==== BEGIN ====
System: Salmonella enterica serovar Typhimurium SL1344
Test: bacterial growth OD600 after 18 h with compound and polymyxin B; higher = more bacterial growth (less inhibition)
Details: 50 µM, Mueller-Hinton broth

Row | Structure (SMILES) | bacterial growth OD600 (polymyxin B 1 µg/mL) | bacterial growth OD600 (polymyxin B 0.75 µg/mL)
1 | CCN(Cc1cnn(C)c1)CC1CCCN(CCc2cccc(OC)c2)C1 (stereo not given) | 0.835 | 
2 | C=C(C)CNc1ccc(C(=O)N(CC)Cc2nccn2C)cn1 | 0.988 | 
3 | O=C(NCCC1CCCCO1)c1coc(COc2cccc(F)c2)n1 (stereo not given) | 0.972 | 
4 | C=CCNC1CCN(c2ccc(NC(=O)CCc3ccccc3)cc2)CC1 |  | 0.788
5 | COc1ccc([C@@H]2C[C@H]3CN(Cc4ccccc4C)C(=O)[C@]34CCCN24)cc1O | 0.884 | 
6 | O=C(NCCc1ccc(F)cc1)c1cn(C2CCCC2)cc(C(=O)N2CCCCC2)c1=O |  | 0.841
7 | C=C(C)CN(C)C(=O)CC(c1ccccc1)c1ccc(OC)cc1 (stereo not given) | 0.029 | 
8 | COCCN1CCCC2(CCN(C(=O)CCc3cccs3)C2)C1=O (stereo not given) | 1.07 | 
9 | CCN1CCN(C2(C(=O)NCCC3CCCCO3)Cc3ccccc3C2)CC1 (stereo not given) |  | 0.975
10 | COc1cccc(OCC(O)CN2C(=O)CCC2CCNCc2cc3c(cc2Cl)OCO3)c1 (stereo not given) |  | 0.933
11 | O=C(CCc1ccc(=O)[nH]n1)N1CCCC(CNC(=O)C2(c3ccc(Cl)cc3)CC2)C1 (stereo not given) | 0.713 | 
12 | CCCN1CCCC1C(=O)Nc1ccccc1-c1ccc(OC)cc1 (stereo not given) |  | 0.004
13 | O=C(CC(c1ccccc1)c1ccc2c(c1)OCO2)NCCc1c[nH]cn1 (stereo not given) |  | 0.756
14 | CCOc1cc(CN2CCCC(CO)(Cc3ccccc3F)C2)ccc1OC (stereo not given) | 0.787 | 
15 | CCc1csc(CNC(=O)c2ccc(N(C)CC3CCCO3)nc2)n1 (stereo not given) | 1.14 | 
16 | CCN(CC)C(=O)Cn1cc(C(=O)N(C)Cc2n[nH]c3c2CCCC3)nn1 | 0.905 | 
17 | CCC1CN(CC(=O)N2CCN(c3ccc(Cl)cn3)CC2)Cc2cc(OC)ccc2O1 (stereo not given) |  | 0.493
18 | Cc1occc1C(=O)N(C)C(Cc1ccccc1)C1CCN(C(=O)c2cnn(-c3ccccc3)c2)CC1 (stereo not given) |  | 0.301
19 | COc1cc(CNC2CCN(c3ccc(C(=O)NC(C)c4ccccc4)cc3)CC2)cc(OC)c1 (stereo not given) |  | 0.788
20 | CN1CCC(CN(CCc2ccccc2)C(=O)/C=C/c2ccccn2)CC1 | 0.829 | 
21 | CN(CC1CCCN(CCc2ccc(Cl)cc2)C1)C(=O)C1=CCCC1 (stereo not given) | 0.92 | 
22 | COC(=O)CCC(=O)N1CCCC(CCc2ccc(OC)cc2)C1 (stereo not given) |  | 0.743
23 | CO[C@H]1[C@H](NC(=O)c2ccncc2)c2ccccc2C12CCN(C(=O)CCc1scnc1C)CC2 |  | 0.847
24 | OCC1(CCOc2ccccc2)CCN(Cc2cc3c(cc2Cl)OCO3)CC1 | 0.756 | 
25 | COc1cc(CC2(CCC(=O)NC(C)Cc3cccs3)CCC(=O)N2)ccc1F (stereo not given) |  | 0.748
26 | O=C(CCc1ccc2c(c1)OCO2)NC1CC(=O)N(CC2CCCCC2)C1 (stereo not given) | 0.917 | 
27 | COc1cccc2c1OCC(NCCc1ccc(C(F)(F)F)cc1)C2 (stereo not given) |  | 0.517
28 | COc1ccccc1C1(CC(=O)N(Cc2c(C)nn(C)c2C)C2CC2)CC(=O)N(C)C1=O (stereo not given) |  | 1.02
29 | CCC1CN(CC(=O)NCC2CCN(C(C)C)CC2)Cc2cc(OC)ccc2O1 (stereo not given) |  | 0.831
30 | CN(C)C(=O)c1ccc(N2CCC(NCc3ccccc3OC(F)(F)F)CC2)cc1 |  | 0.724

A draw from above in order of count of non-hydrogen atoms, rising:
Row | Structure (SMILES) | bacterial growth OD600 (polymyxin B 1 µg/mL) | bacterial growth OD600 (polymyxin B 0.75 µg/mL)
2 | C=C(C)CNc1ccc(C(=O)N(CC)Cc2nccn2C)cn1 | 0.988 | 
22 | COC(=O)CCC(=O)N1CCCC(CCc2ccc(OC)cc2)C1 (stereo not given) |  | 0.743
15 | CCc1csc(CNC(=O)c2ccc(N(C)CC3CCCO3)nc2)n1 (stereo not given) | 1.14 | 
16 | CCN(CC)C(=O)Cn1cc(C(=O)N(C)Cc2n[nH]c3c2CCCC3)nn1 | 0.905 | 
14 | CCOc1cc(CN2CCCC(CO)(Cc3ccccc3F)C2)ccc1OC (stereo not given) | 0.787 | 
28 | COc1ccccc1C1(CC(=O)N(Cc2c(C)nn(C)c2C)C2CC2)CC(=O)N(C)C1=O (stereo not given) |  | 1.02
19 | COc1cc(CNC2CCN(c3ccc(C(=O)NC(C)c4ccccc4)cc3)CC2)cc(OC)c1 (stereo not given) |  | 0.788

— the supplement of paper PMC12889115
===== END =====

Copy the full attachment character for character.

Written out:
System: Salmonella enterica serovar Typhimurium SL1344
Test: bacterial growth OD600 after 18 h with compound and polymyxin B; higher = more bacterial growth (less inhibition)
Details: 50 µM, Mueller-Hinton broth

Row | Structure (SMILES) | bacterial growth OD600 (polymyxin B 1 µg/mL) | bacterial growth OD600 (polymyxin B 0.75 µg/mL)
1 | CCN(Cc1cnn(C)c1)CC1CCCN(CCc2cccc(OC)c2)C1 (stereo not given) | 0.835 | 
2 | C=C(C)CNc1ccc(C(=O)N(CC)Cc2nccn2C)cn1 | 0.988 | 
3 | O=C(NCCC1CCCCO1)c1coc(COc2cccc(F)c2)n1 (stereo not given) | 0.972 | 
4 | C=CCNC1CCN(c2ccc(NC(=O)CCc3ccccc3)cc2)CC1 |  | 0.788
5 | COc1ccc([C@@H]2C[C@H]3CN(Cc4ccccc4C)C(=O)[C@]34CCCN24)cc1O | 0.884 | 
6 | O=C(NCCc1ccc(F)cc1)c1cn(C2CCCC2)cc(C(=O)N2CCCCC2)c1=O |  | 0.841
7 | C=C(C)CN(C)C(=O)CC(c1ccccc1)c1ccc(OC)cc1 (stereo not given) | 0.029 | 
8 | COCCN1CCCC2(CCN(C(=O)CCc3cccs3)C2)C1=O (stereo not given) | 1.07 | 
9 | CCN1CCN(C2(C(=O)NCCC3CCCCO3)Cc3ccccc3C2)CC1 (stereo not given) |  | 0.975
10 | COc1cccc(OCC(O)CN2C(=O)CCC2CCNCc2cc3c(cc2Cl)OCO3)c1 (stereo not given) |  | 0.933
11 | O=C(CCc1ccc(=O)[nH]n1)N1CCCC(CNC(=O)C2(c3ccc(Cl)cc3)CC2)C1 (stereo not given) | 0.713 | 
12 | CCCN1CCCC1C(=O)Nc1ccccc1-c1ccc(OC)cc1 (stereo not given) |  | 0.004
13 | O=C(CC(c1ccccc1)c1ccc2c(c1)OCO2)NCCc1c[nH]cn1 (stereo not given) |  | 0.756
14 | CCOc1cc(CN2CCCC(CO)(Cc3ccccc3F)C2)ccc1OC (stereo not given) | 0.787 | 
15 | CCc1csc(CNC(=O)c2ccc(N(C)CC3CCCO3)nc2)n1 (stereo not given) | 1.14 | 
16 | CCN(CC)C(=O)Cn1cc(C(=O)N(C)Cc2n[nH]c3c2CCCC3)nn1 | 0.905 | 
17 | CCC1CN(CC(=O)N2CCN(c3ccc(Cl)cn3)CC2)Cc2cc(OC)ccc2O1 (stereo not given) |  | 0.493
18 | Cc1occc1C(=O)N(C)C(Cc1ccccc1)C1CCN(C(=O)c2cnn(-c3ccccc3)c2)CC1 (stereo not given) |  | 0.301
19 | COc1cc(CNC2CCN(c3ccc(C(=O)NC(C)c4ccccc4)cc3)CC2)cc(OC)c1 (stereo not given) |  | 0.788
20 | CN1CCC(CN(CCc2ccccc2)C(=O)/C=C/c2ccccn2)CC1 | 0.829 | 
21 | CN(CC1CCCN(CCc2ccc(Cl)cc2)C1)C(=O)C1=CCCC1 (stereo not given) | 0.92 | 
22 | COC(=O)CCC(=O)N1CCCC(CCc2ccc(OC)cc2)C1 (stereo not given) |  | 0.743
23 | CO[C@H]1[C@H](NC(=O)c2ccncc2)c2ccccc2C12CCN(C(=O)CCc1scnc1C)CC2 |  | 0.847
24 | OCC1(CCOc2ccccc2)CCN(Cc2cc3c(cc2Cl)OCO3)CC1 | 0.756 | 
25 | COc1cc(CC2(CCC(=O)NC(C)Cc3cccs3)CCC(=O)N2)ccc1F (stereo not given) |  | 0.748
26 | O=C(CCc1ccc2c(c1)OCO2)NC1CC(=O)N(CC2CCCCC2)C1 (stereo not given) | 0.917 | 
27 | COc1cccc2c1OCC(NCCc1ccc(C(F)(F)F)cc1)C2 (stereo not given) |  | 0.517
28 | COc1ccccc1C1(CC(=O)N(Cc2c(C)nn(C)c2C)C2CC2)CC(=O)N(C)C1=O (stereo not given) |  | 1.02
29 | CCC1CN(CC(=O)NCC2CCN(C(C)C)CC2)Cc2cc(OC)ccc2O1 (stereo not given) |  | 0.831
30 | CN(C)C(=O)c1ccc(N2CCC(NCc3ccccc3OC(F)(F)F)CC2)cc1 |  | 0.724

A draw from above in order of count of non-hydrogen atoms, rising:
Row | Structure (SMILES) | bacterial growth OD600 (polymyxin B 1 µg/mL) | bacterial growth OD600 (polymyxin B 0.75 µg/mL)
2 | C=C(C)CNc1ccc(C(=O)N(CC)Cc2nccn2C)cn1 | 0.988 | 
22 | COC(=O)CCC(=O)N1CCCC(CCc2ccc(OC)cc2)C1 (stereo not given) |  | 0.743
15 | CCc1csc(CNC(=O)c2ccc(N(C)CC3CCCO3)nc2)n1 (stereo not given) | 1.14 | 
16 | CCN(CC)C(=O)Cn1cc(C(=O)N(C)Cc2n[nH]c3c2CCCC3)nn1 | 0.905 | 
14 | CCOc1cc(CN2CCCC(CO)(Cc3ccccc3F)C2)ccc1OC (stereo not given) | 0.787 | 
28 | COc1ccccc1C1(CC(=O)N(Cc2c(C)nn(C)c2C)C2CC2)CC(=O)N(C)C1=O (stereo not given) |  | 1.02
19 | COc1cc(CNC2CCN(c3ccc(C(=O)NC(C)c4ccccc4)cc3)CC2)cc(OC)c1 (stereo not given) |  | 0.788

— the supplement of paper PMC12889115